Going and coming across time.
Billy Pilgrim has come unstuck in time… He has seen his birth and death many times, he says, and pays random visits to all the events in between… he has no control over where he is going next, and the trips aren’t necessarily fun.
— Kurt Vonnegut, “Slaughterhouse-Five.”
Everything we learned from Michael J. Fox is wrong! You don’t need a DeLorean to travel through time – just a nice butt and the right genes.
Forget that THE TIME TRAVELER’S WIFE has that unctuous “romantic” tag on its ear, like some rhinoceros lumbering through the predictable pabulum jungle; despite its whispery trailers with jangly poetry-slam guitars and pillow promises that couldn’t possibly be kept, it is an entertaining, intriguing tale of a man who involuntarily travels back and forth in time, whose major problem is not, it would seem, holding down a job or keeping important appointments, but rather that it puts a crimp in his Nookie Schedule.
Despite its title, it is about the Time Traveler, not his wife. We wonder how she fits in as the subject matter when all she does is be cute and get cuter.
Eric Bana is Henry, whom we meet as a ten-year-old in the back of his mother’s car just before they have a head-on collision. He disappears out of the car and reappears on the street, naked, watching his mother die in a Pretty Orange Explosion worthy of John Woo.
Suddenly, Man-Henry appears to Boy-Henry and tells him he is a time traveler. “I am you from the future!” How many times have we heard THAT before when a nice young man wanted to touch us where the judge said it was “statutory something”?
Adult Henry meets Clare (Rachel McAdams, gloriously cute) and she tells him that she has known him since she was a little girl – when he popped out of the bushes naked and asked for her picnic blanket to cover himself. Again with the risqué advocacy that encourages little girls to talk to naked men in blankets.
Clare grows up to be Spinner of the Year (with a tramp stamp to prove it) and the titular Time Traveler’s Wife. She and Henry spend endless hours staring into each others’ eyes and double-dating with Clare’s friends Clarisse (Jane McLean) and Gomez (OFFICE SPACE’s Ron Livingstone), who become close enough to learn of Henry’s anomaly. And only Ron Livingston can pull off that casual amazement so effortlessly.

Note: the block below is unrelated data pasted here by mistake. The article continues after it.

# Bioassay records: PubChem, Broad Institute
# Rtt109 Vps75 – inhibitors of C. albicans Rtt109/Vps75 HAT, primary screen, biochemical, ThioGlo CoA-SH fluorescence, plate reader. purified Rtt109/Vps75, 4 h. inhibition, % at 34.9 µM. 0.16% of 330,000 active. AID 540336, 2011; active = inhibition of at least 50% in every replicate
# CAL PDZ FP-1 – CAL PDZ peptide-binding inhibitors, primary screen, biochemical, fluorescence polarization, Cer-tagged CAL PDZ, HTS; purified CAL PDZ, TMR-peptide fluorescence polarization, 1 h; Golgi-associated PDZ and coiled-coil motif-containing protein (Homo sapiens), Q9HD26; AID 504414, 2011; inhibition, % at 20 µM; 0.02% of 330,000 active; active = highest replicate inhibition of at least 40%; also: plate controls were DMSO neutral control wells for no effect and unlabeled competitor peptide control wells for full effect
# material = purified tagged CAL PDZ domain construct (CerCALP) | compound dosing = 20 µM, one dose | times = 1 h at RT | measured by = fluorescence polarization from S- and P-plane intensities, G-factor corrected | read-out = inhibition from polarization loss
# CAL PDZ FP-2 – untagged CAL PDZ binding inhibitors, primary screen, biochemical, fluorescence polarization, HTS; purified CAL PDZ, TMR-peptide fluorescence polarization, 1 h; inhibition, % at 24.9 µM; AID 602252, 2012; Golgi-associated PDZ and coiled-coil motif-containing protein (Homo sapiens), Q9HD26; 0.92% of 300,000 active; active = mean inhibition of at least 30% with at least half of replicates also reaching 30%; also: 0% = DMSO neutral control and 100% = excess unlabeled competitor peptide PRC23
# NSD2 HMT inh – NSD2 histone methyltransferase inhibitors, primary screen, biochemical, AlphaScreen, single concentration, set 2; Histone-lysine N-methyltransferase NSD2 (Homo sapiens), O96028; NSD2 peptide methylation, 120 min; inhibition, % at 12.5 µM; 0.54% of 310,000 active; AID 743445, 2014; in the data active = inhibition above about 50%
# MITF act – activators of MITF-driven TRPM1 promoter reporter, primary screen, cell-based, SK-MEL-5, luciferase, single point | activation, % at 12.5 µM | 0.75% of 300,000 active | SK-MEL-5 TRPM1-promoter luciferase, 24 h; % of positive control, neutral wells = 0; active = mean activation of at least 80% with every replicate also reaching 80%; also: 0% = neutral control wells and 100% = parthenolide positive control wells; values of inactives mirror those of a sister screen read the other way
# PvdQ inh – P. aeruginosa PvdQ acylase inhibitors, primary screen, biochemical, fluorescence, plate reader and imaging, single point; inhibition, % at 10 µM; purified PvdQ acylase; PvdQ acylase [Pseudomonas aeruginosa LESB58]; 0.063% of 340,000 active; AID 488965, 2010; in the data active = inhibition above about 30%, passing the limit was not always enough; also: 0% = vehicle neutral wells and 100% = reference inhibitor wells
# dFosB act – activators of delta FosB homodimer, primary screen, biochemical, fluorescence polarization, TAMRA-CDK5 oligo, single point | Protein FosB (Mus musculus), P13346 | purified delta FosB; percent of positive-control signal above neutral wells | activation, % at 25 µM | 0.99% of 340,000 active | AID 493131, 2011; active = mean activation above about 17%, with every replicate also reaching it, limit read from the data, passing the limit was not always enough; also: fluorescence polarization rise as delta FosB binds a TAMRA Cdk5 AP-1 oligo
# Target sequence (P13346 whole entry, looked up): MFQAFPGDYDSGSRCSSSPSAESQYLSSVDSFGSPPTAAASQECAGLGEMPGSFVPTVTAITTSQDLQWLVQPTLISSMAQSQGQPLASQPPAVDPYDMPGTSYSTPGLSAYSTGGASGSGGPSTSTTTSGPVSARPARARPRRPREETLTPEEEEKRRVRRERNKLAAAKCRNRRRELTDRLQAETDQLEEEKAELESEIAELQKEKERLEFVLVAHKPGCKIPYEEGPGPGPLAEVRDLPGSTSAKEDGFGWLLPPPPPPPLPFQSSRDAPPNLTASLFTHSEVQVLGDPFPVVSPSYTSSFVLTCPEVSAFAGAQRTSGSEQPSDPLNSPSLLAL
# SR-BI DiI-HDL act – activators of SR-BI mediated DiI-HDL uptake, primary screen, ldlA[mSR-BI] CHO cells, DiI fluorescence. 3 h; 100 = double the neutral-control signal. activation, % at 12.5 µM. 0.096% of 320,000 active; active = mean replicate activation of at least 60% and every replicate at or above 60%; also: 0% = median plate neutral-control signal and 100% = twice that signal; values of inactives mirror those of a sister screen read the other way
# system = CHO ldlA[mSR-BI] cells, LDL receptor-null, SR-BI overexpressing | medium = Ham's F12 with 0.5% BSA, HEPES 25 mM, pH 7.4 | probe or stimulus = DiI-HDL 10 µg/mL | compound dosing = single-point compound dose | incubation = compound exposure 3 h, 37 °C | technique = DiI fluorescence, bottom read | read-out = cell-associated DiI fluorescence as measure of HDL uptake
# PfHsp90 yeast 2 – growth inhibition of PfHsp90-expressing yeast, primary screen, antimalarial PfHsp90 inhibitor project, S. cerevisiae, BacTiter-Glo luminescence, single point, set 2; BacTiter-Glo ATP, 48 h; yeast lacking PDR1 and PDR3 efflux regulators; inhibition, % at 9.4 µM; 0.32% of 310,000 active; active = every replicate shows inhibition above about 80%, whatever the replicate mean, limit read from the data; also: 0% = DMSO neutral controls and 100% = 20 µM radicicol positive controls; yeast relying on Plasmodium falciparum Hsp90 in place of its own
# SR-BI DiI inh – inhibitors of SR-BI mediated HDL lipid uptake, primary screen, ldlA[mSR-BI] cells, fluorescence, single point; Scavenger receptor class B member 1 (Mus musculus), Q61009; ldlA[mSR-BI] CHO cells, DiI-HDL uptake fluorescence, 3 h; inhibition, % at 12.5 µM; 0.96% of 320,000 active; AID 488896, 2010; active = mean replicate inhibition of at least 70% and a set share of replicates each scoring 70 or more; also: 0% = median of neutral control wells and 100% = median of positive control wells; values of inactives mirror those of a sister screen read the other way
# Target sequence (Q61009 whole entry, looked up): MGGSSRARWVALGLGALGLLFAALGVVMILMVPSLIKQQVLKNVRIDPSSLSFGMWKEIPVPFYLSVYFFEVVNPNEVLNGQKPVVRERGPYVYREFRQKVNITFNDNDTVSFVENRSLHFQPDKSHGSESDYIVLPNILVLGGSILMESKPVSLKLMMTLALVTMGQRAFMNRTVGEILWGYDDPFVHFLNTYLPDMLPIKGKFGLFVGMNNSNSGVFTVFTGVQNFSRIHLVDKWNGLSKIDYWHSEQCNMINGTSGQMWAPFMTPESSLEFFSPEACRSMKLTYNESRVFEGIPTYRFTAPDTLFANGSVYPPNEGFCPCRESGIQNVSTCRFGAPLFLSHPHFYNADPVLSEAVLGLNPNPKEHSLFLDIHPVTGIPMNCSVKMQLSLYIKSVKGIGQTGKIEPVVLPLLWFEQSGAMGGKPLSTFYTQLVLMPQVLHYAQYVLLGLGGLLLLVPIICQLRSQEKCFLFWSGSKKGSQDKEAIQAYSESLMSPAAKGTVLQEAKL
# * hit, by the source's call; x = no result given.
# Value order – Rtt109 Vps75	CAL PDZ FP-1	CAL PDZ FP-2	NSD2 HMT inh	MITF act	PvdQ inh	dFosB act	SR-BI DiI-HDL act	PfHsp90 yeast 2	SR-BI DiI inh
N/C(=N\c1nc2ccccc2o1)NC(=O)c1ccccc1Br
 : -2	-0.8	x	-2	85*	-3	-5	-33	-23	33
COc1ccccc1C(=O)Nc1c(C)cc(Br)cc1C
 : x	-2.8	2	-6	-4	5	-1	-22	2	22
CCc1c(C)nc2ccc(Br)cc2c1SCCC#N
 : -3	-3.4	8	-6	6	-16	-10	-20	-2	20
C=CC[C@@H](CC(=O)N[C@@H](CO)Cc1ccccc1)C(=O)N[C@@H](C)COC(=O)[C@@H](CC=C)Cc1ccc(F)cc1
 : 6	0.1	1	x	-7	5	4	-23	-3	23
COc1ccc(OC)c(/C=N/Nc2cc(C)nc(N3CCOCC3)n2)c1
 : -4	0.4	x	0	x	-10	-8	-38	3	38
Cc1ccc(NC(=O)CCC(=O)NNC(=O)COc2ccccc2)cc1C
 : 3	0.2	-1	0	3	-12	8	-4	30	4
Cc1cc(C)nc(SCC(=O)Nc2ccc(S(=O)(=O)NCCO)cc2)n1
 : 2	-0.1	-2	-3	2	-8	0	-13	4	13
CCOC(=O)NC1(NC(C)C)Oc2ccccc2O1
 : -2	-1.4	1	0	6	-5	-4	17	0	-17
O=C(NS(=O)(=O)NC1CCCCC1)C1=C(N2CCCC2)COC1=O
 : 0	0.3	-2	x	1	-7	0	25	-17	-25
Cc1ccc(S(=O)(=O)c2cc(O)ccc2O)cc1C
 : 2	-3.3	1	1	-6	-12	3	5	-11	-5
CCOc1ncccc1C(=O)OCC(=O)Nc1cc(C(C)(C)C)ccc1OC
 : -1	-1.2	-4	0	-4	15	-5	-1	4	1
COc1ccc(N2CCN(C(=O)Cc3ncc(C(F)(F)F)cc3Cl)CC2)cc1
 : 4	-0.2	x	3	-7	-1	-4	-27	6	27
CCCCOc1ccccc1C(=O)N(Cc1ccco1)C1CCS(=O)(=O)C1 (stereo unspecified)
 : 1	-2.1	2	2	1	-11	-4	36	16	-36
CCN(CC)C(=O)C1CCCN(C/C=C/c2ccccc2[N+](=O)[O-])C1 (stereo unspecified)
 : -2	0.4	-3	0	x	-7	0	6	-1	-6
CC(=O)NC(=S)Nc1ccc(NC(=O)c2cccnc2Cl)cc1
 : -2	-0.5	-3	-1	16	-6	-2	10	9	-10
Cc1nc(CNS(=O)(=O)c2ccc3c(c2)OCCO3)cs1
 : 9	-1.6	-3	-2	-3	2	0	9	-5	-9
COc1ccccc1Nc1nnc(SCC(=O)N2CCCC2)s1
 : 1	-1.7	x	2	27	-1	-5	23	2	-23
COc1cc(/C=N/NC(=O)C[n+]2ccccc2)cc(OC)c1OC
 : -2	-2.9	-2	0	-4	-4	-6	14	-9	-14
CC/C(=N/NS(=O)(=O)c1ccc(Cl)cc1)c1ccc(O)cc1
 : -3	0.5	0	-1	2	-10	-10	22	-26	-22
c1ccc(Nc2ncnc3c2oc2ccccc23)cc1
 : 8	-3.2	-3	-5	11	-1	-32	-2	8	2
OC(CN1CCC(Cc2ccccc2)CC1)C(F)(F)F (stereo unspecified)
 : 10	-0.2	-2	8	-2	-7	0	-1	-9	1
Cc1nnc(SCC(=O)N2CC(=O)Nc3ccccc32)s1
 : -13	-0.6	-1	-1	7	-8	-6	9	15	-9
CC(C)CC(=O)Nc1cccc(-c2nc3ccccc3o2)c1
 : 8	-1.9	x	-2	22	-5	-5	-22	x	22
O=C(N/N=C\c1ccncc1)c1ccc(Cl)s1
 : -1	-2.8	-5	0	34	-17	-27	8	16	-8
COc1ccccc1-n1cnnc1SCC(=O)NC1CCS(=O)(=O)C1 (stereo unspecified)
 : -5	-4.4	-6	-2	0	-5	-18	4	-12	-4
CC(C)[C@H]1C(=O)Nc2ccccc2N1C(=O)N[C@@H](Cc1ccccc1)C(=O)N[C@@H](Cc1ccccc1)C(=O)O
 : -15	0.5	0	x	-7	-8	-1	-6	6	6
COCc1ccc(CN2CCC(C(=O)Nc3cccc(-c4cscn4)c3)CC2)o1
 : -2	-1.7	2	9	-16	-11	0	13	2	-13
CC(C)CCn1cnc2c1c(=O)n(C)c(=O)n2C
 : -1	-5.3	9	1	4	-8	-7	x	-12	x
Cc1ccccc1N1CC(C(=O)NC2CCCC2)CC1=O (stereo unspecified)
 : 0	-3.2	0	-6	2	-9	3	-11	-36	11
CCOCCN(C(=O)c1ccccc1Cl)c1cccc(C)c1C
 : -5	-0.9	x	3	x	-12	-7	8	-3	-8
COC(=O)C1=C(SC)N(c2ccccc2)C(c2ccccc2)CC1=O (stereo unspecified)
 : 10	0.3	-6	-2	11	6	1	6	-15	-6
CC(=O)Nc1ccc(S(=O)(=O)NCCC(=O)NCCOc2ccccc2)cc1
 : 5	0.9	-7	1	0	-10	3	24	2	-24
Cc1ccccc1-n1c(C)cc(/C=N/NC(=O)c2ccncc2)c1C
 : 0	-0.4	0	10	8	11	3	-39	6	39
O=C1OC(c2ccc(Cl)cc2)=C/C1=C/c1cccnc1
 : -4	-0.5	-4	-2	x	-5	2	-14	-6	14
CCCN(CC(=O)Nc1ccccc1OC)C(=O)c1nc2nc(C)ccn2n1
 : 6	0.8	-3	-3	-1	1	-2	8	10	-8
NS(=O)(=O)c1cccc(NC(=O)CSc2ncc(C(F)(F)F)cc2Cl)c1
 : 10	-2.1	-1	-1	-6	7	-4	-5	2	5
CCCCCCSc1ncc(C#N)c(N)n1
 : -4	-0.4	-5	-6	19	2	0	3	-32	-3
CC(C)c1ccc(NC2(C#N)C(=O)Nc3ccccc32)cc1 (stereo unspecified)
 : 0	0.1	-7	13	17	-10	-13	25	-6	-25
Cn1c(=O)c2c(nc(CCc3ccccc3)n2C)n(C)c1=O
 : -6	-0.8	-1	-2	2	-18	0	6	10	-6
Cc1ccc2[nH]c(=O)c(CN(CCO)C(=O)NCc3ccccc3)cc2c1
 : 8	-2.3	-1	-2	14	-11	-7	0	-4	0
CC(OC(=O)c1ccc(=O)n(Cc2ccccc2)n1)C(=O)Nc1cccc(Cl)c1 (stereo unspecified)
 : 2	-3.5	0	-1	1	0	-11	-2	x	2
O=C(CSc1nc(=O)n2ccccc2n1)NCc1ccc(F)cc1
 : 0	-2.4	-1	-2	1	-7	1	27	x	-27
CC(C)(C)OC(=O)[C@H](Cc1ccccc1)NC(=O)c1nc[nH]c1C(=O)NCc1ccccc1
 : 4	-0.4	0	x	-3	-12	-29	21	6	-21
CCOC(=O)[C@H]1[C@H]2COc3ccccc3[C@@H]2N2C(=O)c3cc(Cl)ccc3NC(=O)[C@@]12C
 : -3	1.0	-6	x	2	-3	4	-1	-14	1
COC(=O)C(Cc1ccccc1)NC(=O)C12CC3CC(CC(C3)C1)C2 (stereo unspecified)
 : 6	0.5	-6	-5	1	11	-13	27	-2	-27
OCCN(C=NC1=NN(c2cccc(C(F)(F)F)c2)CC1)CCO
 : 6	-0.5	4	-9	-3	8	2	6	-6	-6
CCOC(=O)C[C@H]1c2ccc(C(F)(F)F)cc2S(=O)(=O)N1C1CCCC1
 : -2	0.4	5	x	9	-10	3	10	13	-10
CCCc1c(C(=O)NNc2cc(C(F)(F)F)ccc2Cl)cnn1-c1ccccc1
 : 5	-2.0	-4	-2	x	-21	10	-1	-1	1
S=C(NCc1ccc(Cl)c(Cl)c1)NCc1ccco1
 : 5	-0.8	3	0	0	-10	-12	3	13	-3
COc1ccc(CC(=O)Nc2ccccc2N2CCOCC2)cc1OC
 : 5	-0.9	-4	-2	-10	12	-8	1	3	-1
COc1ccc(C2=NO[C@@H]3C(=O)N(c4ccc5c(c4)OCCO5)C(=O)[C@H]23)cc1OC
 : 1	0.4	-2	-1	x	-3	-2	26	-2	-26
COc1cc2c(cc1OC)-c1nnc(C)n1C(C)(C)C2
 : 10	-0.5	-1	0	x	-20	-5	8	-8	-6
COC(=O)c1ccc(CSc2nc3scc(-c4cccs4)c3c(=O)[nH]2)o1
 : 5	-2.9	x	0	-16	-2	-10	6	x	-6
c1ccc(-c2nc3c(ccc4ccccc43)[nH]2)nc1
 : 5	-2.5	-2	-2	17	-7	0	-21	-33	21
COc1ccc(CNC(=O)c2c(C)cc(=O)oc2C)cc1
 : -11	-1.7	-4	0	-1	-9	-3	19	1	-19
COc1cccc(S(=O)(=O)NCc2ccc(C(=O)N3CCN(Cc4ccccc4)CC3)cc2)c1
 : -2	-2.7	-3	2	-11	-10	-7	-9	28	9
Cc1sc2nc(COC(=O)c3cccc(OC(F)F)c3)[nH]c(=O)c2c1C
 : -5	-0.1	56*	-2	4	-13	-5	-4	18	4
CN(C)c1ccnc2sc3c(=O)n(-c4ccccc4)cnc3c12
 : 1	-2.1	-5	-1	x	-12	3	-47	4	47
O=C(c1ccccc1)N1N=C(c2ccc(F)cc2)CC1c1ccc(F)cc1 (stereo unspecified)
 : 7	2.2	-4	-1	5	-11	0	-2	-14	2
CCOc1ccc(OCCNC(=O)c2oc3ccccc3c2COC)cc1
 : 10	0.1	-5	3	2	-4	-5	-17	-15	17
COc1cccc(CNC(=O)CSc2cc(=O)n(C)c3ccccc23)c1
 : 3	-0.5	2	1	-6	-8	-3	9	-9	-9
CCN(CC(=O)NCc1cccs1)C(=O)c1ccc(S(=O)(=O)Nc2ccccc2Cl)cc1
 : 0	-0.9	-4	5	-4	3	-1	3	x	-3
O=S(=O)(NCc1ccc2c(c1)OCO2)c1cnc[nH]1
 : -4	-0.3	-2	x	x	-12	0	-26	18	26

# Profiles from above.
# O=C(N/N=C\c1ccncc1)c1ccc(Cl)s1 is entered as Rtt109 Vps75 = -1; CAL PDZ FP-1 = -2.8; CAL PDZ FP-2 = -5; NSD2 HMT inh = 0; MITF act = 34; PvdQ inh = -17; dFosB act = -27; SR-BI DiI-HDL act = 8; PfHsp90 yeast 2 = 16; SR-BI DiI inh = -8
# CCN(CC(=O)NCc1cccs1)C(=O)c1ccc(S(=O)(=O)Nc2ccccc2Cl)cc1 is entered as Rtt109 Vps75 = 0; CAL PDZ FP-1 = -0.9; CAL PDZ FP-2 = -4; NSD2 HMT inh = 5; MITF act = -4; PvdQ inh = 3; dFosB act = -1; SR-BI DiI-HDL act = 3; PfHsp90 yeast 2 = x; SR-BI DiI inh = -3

Makes for some humorous moments, like Clare and Henry’s wedding, when Henry disappears, only to reappear as an older Henry to marry Clare, then reappears later as his Original Self for their first dance. Then he disappears on their wedding night.
That’s when it starts to get real for Clare. No matter how many whispery promises and jangly poetry-slam guitars, this has GOT to get tiresome after a point. Sho’ nuff, it does. Couple of years later: “Do you think I want this life?! A husband who disappears without warning? Who would want that?!” Well… YOU wanted that, honey! It’s not like he volunteers for service in Iraq – he can’t help himself, the poor guy.
From a novel by Audrey Niffenegger, directed by Robert Schwentke, executive produced by Brad Pitt, THE TIME TRAVELER’S WIFE moves fast enough that we don’t consider too many time anomaly questions. In early dialogue Henry establishes he has tried to change events, but they happen anyway. And the movie engages in only marginal scientific dabbling, connecting genetics to time travel, giving Henry’s condition a formidably silly name – chrono-impairment. (Milk shooting out of nose stifling a giggle.)
They birth a creepily cute time traveling kid, Alba (played by Tatum and Hailey McCann at different ages) and the movie departs from Romantic Movie Protocol by foreshadowing an inexorable tragic end.
But with Henry always traveling back and forth in time, we are left with future hope for snatches of happiness.
And at last we figure the reason for the Time Traveler’s Wife – with her snatch of happiness.